You cannot go very far today without seeing the words green, sustainable and eco attached to attractive marketing slogans and photos for ecotourism vacation destinations. And, within the tourism industry, where surveys have indicated that consumers are willing to pay a premium for a product when they are aware that an organization is environmentally conscious, the word eco is ubiquitous.
Instead of turning off to eco altogether though, here are some tips for selecting authentic ecotourism experiences:
- Understand the three foundational pillars of true ecotourism: Ecotourism travel emphasizes the discovery of a natural or wildlife habitat in a manner that maximizes local economic and social goals, and reduces the possibility of environmental degradation. Check to ensure that your locally-owned ecotour operator highlights non-motorized activities that work with nature and wildlife habitats and contributes to local conservation efforts.
- Support tourism operators with legitimate eco-certification labels: Read through a tourism provider’s responsible or sustainable tourism policies. If the company holds a third-party certification, they will proudly mention it. Eco-certification provides knowledge and transparency because award criteria as well as independent assessment and reauthorization processes not only help educate consumers about the various social, economic, cultural and environmental issues of a specific region, but also provide you with a basis of comparison against other travel suppliers. While there are hundreds of eco-labels throughout the travel and tourism industry, the Global Sustainable Tourism Council has begun recognizing some of them, providing much needed legitimacy for the industry.
- Learn about a region’s eco-certification standards: Certified ecotour operators undergo self-assessments, on-site visits, and training during the evaluation process which typically covers several criteria including: sustainable management systems, customer satisfaction policies, local design and construction requirements, quality interpretation of natural surroundings and local culture, community development and fair trade policies, local employment practices, protection of archeological sites and artifacts, and conservation and energy use policies. At this time, since there is no singular international ecotourism certification due to regional interpretations of what constitutes a natural or wildlife habitat, what amounts to environmental degradation and what characterizes local prosperity, it can be confusing. However, a reference guide has been developed to serve as another consumer awareness tool.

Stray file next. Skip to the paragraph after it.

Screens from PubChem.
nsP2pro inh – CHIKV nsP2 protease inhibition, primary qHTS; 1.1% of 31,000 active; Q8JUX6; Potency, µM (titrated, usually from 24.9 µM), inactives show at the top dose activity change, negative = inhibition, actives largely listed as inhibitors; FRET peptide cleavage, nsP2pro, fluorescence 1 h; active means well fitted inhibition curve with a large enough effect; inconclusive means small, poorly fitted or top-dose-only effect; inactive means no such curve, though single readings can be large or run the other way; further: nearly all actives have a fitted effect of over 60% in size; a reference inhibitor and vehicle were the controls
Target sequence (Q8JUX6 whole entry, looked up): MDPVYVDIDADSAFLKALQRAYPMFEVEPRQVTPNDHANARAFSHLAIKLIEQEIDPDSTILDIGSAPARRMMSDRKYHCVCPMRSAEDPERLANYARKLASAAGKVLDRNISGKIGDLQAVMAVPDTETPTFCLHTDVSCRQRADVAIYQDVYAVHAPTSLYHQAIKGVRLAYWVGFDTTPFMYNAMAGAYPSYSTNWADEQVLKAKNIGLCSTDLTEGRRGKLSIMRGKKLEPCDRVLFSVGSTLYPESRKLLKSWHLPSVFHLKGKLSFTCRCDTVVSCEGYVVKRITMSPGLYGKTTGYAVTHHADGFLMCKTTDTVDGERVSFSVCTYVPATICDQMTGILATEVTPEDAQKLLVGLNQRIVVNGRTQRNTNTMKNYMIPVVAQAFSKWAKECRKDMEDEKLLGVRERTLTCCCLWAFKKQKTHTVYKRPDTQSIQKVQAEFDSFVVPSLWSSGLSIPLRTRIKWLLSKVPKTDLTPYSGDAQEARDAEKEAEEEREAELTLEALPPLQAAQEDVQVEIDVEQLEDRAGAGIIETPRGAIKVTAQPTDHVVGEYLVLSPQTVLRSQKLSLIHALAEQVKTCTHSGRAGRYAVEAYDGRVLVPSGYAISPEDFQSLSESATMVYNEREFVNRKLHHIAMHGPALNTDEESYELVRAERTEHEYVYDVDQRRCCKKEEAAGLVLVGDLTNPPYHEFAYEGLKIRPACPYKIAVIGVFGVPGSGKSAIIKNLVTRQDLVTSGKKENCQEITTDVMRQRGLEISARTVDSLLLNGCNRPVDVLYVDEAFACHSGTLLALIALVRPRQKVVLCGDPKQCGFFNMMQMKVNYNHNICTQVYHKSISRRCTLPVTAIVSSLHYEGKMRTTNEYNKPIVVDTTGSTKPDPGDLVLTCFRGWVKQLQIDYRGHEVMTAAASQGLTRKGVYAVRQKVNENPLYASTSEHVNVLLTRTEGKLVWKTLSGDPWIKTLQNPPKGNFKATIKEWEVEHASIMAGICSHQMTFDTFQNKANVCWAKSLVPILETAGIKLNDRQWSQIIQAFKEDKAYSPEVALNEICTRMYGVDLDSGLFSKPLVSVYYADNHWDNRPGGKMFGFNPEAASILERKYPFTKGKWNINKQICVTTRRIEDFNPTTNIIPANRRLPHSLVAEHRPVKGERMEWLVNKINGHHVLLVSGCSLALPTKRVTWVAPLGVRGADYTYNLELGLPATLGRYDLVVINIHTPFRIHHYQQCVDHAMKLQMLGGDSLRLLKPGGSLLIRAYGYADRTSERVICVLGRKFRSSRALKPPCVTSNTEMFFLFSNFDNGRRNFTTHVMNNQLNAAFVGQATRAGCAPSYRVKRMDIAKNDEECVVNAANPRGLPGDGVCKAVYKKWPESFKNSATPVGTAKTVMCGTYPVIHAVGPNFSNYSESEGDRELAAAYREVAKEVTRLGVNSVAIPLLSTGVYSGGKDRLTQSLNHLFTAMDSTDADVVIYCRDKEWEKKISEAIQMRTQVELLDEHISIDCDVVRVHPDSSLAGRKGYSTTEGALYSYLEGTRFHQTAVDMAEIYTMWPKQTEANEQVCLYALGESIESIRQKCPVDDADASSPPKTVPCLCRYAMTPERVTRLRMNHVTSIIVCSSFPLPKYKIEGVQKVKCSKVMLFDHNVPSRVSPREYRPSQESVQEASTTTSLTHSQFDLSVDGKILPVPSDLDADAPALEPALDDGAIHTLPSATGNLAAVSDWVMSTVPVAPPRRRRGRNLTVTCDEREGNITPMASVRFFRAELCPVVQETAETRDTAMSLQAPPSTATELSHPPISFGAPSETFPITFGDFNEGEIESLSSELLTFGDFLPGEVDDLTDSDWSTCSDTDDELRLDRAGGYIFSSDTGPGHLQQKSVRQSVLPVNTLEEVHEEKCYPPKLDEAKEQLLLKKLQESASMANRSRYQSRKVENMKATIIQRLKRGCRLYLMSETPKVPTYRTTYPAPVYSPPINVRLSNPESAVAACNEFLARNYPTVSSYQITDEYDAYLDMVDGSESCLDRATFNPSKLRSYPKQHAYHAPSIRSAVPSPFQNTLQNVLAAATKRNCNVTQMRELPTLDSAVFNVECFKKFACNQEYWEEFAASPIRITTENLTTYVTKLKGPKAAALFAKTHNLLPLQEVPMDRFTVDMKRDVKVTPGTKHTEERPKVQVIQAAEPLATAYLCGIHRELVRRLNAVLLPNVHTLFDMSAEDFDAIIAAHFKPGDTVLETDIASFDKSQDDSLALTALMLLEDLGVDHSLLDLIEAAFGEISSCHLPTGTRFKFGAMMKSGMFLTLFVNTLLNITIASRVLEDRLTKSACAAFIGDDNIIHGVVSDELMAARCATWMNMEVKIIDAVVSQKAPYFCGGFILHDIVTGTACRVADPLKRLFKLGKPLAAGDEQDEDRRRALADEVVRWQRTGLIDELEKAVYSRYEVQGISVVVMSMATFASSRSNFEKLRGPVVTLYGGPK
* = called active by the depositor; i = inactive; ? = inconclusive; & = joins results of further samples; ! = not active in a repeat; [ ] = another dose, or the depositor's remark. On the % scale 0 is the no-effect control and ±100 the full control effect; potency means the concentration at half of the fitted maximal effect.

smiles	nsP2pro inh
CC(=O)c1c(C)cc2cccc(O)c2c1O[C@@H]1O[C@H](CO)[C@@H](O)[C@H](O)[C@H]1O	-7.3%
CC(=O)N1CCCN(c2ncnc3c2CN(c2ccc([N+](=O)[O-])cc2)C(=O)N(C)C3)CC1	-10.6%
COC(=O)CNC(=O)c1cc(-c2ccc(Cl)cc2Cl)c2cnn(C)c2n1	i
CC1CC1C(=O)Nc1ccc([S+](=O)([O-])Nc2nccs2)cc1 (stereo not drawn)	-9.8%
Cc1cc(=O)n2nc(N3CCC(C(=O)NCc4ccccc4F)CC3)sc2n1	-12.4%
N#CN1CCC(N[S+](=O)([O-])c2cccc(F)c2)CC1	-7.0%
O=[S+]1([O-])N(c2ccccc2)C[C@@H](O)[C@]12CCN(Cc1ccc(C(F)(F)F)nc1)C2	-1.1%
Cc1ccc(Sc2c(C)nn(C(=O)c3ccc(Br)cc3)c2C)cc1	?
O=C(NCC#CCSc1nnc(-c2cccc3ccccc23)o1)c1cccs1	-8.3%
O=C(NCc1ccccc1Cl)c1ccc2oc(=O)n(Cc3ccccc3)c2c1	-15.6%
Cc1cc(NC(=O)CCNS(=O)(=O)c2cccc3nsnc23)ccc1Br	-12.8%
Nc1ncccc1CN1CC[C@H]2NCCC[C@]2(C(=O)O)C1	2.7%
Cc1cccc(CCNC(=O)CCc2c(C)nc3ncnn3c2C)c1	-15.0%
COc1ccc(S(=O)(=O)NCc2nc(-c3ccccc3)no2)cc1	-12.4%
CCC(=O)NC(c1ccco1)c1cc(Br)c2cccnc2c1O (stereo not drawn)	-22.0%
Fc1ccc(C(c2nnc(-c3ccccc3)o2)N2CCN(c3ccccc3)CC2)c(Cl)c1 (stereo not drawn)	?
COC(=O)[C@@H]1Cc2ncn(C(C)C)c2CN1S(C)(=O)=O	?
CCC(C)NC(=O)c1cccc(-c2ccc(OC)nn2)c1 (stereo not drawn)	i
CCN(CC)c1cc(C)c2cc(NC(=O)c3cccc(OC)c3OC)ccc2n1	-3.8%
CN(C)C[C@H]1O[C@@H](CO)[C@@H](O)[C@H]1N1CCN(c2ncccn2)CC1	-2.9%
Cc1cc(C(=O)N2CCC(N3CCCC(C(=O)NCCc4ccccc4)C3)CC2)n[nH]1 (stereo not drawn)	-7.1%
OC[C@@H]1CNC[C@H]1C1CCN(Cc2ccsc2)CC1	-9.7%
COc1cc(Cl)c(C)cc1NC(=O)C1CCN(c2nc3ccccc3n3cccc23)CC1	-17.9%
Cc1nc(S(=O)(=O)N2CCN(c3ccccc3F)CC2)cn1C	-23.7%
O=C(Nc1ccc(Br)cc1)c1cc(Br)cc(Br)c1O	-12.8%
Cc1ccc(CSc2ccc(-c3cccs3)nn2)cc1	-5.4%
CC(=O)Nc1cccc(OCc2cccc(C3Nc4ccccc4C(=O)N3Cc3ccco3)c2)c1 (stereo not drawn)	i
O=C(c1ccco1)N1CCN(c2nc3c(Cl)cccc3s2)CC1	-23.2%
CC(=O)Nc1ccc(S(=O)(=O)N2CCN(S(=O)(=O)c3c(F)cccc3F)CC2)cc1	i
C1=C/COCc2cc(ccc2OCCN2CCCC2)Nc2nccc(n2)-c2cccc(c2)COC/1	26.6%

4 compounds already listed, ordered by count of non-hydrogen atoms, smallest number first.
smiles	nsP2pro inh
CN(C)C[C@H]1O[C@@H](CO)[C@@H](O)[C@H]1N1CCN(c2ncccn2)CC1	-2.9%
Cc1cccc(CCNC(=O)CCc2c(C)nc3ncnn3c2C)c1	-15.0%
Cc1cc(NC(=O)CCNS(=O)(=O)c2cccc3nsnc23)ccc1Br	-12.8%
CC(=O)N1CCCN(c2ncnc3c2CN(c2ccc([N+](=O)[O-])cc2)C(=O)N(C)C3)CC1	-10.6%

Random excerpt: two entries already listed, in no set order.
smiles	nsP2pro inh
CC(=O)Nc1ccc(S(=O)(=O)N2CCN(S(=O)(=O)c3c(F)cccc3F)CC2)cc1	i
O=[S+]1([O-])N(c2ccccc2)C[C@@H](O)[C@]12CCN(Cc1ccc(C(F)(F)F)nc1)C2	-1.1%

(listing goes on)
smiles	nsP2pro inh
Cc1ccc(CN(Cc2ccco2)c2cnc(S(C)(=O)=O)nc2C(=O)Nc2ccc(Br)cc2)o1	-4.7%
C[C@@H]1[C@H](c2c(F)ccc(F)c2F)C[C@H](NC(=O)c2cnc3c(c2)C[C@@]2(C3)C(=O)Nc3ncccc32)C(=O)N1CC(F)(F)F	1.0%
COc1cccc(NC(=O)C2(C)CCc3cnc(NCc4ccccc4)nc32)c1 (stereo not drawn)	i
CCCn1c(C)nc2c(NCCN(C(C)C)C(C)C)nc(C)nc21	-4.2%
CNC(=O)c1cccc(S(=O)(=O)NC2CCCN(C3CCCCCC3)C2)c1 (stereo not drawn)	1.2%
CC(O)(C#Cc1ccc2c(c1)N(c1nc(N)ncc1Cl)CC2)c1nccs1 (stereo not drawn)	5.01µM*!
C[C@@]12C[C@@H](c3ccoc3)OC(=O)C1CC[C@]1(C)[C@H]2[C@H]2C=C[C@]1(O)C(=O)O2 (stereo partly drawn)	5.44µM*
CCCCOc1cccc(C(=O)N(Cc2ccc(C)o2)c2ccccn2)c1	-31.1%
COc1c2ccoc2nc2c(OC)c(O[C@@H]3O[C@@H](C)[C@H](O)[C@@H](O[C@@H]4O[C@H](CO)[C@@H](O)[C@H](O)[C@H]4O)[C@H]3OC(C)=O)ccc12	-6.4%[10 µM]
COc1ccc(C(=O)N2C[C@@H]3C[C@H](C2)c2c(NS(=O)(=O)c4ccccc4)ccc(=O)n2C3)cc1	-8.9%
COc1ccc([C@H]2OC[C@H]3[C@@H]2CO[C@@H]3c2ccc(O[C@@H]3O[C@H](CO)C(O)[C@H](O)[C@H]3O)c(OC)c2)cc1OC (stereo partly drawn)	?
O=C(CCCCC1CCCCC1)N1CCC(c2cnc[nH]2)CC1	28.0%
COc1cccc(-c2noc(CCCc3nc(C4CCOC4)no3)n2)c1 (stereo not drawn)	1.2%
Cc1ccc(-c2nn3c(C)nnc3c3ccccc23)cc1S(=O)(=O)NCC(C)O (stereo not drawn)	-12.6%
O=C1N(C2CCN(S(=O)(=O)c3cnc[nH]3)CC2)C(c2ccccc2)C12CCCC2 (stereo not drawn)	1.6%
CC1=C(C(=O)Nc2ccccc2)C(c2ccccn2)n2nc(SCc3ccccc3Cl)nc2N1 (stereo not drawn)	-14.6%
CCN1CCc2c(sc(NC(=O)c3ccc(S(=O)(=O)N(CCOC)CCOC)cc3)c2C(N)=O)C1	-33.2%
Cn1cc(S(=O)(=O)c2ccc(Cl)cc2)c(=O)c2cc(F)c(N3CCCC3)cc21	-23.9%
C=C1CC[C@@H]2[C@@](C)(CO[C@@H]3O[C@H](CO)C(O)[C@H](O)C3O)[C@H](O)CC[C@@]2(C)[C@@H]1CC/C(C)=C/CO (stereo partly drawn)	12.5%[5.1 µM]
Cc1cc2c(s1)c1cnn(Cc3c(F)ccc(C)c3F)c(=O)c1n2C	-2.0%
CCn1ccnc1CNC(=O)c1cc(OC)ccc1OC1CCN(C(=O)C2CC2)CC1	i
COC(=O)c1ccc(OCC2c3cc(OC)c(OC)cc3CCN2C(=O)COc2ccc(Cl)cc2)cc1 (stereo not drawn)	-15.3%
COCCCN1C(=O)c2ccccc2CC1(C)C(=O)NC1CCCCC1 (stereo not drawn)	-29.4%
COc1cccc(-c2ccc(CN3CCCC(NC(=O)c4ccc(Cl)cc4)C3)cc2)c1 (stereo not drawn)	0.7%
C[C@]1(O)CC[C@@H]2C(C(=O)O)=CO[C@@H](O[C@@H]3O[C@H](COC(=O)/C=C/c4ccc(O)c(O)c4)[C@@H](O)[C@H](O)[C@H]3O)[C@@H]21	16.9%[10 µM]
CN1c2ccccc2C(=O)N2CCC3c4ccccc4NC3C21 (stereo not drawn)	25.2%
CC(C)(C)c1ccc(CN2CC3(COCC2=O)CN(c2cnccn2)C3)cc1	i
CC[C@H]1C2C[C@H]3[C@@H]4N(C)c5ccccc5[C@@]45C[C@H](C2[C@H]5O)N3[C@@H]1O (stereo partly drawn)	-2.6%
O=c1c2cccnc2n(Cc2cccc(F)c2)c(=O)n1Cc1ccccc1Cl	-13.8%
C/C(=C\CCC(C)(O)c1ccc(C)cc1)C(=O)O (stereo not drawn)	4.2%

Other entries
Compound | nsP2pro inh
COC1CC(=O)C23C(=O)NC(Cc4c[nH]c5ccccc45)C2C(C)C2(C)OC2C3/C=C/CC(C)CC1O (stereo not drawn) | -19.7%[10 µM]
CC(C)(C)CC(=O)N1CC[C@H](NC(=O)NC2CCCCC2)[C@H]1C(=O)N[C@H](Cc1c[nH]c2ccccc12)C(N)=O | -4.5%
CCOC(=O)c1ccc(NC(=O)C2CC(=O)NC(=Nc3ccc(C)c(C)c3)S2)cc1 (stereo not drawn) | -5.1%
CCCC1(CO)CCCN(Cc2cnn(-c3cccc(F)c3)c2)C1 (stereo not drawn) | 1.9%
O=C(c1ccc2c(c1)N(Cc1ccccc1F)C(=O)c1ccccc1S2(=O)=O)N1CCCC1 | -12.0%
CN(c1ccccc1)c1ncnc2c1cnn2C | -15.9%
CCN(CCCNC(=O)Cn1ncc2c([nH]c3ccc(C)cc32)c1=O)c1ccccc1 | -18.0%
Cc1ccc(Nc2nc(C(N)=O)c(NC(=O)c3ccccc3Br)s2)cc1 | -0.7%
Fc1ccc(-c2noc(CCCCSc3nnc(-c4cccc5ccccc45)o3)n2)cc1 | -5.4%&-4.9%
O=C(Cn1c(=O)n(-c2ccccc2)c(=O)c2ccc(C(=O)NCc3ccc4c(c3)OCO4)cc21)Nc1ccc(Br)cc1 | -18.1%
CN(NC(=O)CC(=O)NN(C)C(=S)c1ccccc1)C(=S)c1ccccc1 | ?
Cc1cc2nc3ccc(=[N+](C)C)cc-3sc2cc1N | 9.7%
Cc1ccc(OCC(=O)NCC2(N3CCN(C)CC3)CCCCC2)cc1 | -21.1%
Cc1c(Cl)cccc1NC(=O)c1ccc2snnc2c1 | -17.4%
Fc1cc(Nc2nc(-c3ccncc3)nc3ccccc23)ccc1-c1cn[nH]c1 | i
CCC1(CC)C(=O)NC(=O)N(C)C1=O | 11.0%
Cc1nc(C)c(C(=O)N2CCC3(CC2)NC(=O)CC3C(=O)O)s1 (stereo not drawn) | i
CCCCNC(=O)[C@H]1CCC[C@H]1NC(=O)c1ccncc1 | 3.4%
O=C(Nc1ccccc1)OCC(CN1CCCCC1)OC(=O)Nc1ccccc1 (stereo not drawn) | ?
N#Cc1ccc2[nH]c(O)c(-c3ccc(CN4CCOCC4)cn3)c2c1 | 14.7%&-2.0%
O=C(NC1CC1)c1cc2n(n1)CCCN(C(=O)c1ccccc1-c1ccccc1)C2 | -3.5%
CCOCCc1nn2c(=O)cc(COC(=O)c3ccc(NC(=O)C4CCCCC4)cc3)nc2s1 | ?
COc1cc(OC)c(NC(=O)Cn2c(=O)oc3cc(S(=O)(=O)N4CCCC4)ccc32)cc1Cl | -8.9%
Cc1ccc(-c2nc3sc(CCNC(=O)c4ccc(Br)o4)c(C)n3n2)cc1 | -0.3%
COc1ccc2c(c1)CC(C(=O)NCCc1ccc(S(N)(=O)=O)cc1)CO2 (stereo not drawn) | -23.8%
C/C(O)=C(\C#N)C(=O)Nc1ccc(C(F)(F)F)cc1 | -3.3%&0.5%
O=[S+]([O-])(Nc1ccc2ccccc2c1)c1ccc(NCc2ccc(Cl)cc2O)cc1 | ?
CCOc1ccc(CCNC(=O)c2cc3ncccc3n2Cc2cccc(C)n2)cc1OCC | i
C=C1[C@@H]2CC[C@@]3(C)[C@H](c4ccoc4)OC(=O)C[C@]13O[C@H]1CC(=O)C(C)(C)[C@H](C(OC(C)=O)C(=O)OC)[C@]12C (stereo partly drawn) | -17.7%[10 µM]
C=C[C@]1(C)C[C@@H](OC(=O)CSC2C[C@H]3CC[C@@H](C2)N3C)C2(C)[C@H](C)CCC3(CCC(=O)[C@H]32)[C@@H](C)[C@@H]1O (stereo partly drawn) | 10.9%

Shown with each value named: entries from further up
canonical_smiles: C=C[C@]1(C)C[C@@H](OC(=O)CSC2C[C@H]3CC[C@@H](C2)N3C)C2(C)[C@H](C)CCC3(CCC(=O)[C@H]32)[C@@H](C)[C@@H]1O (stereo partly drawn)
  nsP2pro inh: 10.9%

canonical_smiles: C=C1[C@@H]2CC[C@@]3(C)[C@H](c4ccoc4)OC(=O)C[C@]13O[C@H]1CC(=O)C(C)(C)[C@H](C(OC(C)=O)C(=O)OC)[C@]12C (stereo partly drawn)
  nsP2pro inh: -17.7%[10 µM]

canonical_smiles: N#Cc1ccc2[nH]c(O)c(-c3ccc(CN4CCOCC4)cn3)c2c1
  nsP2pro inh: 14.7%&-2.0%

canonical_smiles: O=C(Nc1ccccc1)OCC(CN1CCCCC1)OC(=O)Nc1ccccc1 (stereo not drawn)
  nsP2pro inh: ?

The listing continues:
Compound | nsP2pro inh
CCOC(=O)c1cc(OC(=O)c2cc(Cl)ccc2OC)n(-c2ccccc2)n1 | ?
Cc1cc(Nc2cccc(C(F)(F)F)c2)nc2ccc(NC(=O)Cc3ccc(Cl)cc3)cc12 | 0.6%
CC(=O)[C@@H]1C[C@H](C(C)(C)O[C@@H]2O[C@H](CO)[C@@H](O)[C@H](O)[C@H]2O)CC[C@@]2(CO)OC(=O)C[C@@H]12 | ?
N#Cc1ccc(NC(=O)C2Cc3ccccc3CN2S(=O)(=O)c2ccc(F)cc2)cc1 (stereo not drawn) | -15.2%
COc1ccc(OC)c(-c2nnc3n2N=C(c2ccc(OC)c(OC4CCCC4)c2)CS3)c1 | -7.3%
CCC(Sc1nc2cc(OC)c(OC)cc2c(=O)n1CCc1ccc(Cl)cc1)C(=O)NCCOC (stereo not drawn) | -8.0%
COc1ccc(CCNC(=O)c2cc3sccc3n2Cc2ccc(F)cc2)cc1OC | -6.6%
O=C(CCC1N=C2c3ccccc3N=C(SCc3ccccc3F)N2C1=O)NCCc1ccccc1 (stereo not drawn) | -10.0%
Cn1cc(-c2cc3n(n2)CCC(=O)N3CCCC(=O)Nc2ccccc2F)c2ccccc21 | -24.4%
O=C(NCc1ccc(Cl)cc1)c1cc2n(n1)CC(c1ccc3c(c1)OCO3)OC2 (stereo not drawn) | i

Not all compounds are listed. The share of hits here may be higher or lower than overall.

- Choose activities that emphasize environmental education and sustain conservation efforts rather than outdoor adventure: True eco-activities, which can include kayaking, hiking and sailing, are led by certified naturalists, who guide small groups of no more than 12 to allow for first-hand interpretation and education of local flora and fauna. Devoted ecotourism organizations not only teach tourists about the plants, birds, insects and animals of the region, but also how wildlife is crucial to the surrounding ecosystems. Learning about the fragility and sensitivity of ecosystems becomes much more important than just a great photo opportunity.
- Select travel suppliers that support local communities in multiple ways: Genuine eco travel organizations understand that tourism can be utilized as a tool for poverty alleviation as well as achieving community economic and social goals. Therefore, crucial distinctions is not only resident employment or local food provision or even contributions to local conservation organizations, but also local management and ownership of the tourism business as well as incorporation of local cultural traditions.